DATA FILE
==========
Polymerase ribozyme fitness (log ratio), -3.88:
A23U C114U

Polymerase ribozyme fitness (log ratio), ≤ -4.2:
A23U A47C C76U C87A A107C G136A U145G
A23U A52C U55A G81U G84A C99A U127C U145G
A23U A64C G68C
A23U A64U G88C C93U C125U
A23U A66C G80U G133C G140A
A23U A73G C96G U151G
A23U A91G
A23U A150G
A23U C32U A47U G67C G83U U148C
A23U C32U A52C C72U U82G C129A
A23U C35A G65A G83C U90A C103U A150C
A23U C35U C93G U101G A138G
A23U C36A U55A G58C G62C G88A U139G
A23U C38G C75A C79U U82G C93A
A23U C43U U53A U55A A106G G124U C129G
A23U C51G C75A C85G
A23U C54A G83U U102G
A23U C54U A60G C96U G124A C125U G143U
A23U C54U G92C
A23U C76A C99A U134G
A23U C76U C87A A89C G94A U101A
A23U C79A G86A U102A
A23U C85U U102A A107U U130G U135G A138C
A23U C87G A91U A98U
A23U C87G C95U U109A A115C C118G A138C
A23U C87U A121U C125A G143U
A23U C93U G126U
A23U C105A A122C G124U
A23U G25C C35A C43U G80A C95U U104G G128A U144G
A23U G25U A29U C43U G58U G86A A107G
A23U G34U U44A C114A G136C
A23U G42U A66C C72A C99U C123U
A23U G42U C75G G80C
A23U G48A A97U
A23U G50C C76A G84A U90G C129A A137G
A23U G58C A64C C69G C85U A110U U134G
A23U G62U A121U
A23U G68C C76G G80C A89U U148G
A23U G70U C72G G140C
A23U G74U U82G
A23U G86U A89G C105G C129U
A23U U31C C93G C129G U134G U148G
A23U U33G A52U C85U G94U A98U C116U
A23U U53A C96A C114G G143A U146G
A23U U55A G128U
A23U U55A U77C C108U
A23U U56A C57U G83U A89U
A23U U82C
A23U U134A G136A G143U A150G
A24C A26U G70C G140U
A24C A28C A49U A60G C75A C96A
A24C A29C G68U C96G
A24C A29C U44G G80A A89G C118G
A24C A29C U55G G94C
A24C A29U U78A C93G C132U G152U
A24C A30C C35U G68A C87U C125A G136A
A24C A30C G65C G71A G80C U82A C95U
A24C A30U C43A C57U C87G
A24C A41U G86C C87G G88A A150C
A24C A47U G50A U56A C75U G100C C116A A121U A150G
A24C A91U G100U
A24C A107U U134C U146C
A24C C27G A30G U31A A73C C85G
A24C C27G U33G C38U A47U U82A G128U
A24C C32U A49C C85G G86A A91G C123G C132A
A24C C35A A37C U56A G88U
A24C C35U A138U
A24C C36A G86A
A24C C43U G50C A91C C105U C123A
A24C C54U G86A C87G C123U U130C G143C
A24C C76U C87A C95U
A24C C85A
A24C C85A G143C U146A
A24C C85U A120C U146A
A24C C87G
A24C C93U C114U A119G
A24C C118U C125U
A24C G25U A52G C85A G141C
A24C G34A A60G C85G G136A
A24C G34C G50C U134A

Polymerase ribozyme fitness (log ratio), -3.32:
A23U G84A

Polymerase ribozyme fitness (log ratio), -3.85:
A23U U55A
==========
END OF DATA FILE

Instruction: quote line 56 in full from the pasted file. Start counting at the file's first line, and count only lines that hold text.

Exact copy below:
A24C A29C U44G G80A A89G C118G